Evidence of Novel Phylogenetic Lineages of Methanogenic Archaea from Hypersaline Microbial Mats
José Q. García-Maldonado,
Brad M. Bebout,
R. Craig Everroad,
Laboratorio de Geomicrobiología y Biotecnología, Centro de Investigaciones Biológicas del Noroeste, La Paz, BCS, Mexico.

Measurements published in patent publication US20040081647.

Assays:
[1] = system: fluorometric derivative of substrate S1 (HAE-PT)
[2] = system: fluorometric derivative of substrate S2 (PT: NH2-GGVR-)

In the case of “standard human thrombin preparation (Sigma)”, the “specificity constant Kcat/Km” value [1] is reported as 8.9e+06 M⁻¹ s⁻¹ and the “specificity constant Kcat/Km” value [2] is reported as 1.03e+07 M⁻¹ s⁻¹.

Methanogenesis in hypersaline and high-sulfate environments is typically dominated by methylotrophic methanogens because sulfate reduction is thermodynamically favored over hydrogenotrophic methanogenesis in these environments. We characterized the community composition of methanogenic archaea in both unmanipulated and incubated microbial mats from different hypersaline environments in Baja California Sur, Mexico. Clone libraries of methyl coenzyme-M reductase (mcrA) sequences and DGGE band patterns of 16S rRNA and mcrA sequences showed that the methanogen community in these microbial mats is dominated by methylotrophic methanogens of the genus Methanohalophilus. However, phylogenetic analyses of mcrA sequences from these mats also revealed two new lineages corresponding to putative hydrogenotrophic methanogens related with the strictly hydrogenotrophic order Methanomicrobiales. Stimulated methane production under decreased salinity and sulfate concentrations also suggested the presence of hydrogenotrophic methanogens in these samples. The relative abundance of mcrA gene and transcripts, estimated by SYBR green I qPCR assays, suggested the activity of different phylogenetic groups of methanogens, including the two novel clusters, in unmanipulated samples of hypersaline microbial mats. Using geochemical and molecular approaches, we show that substrate limitation and values of salinity and sulfate higher than 3 % and 25 mM (respectively) are potential environmental constraints for methanogenesis in these environments. Microcosm experiments with modifications of salinity and sulfate concentrations and TMA addition showed that upper salt and sulfate concentrations for occurrence of methylotrophic methanogenesis were 28 % and 263 mM, respectively. This study provides phylogenetic information about uncultivated and undescribed methanogenic archaea from hypersaline environments.